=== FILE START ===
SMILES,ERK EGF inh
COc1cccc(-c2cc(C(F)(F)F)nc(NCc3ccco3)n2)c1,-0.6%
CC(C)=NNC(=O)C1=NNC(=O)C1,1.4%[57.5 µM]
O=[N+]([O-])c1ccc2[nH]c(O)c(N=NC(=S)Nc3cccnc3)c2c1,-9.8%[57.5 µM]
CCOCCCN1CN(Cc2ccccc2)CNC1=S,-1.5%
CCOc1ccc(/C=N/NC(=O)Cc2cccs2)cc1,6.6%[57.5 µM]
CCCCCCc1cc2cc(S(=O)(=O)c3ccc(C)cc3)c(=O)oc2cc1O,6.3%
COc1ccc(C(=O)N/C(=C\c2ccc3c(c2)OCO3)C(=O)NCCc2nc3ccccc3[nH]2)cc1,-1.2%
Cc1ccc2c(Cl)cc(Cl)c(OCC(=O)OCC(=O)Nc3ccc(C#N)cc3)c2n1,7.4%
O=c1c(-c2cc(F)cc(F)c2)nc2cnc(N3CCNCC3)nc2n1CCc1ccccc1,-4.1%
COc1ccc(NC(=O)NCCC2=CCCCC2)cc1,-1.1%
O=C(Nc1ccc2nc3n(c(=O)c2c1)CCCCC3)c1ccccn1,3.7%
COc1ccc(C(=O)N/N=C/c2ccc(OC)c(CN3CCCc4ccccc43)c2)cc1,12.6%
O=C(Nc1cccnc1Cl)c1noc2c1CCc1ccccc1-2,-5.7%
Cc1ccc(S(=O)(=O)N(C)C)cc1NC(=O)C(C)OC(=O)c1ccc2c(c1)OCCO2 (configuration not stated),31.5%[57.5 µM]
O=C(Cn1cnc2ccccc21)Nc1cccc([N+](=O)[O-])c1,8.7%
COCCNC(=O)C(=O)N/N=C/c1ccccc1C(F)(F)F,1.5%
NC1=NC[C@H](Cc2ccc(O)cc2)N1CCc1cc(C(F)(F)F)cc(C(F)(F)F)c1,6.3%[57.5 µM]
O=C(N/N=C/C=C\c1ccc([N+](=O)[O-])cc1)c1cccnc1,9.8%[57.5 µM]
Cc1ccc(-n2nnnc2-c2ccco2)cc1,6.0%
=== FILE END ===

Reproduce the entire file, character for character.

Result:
SMILES,ERK EGF inh
COc1cccc(-c2cc(C(F)(F)F)nc(NCc3ccco3)n2)c1,-0.6%
CC(C)=NNC(=O)C1=NNC(=O)C1,1.4%[57.5 µM]
O=[N+]([O-])c1ccc2[nH]c(O)c(N=NC(=S)Nc3cccnc3)c2c1,-9.8%[57.5 µM]
CCOCCCN1CN(Cc2ccccc2)CNC1=S,-1.5%
CCOc1ccc(/C=N/NC(=O)Cc2cccs2)cc1,6.6%[57.5 µM]
CCCCCCc1cc2cc(S(=O)(=O)c3ccc(C)cc3)c(=O)oc2cc1O,6.3%
COc1ccc(C(=O)N/C(=C\c2ccc3c(c2)OCO3)C(=O)NCCc2nc3ccccc3[nH]2)cc1,-1.2%
Cc1ccc2c(Cl)cc(Cl)c(OCC(=O)OCC(=O)Nc3ccc(C#N)cc3)c2n1,7.4%
O=c1c(-c2cc(F)cc(F)c2)nc2cnc(N3CCNCC3)nc2n1CCc1ccccc1,-4.1%
COc1ccc(NC(=O)NCCC2=CCCCC2)cc1,-1.1%
O=C(Nc1ccc2nc3n(c(=O)c2c1)CCCCC3)c1ccccn1,3.7%
COc1ccc(C(=O)N/N=C/c2ccc(OC)c(CN3CCCc4ccccc43)c2)cc1,12.6%
O=C(Nc1cccnc1Cl)c1noc2c1CCc1ccccc1-2,-5.7%
Cc1ccc(S(=O)(=O)N(C)C)cc1NC(=O)C(C)OC(=O)c1ccc2c(c1)OCCO2 (configuration not stated),31.5%[57.5 µM]
O=C(Cn1cnc2ccccc21)Nc1cccc([N+](=O)[O-])c1,8.7%
COCCNC(=O)C(=O)N/N=C/c1ccccc1C(F)(F)F,1.5%
NC1=NC[C@H](Cc2ccc(O)cc2)N1CCc1cc(C(F)(F)F)cc(C(F)(F)F)c1,6.3%[57.5 µM]
O=C(N/N=C/C=C\c1ccc([N+](=O)[O-])cc1)c1cccnc1,9.8%[57.5 µM]
Cc1ccc(-n2nnnc2-c2ccco2)cc1,6.0%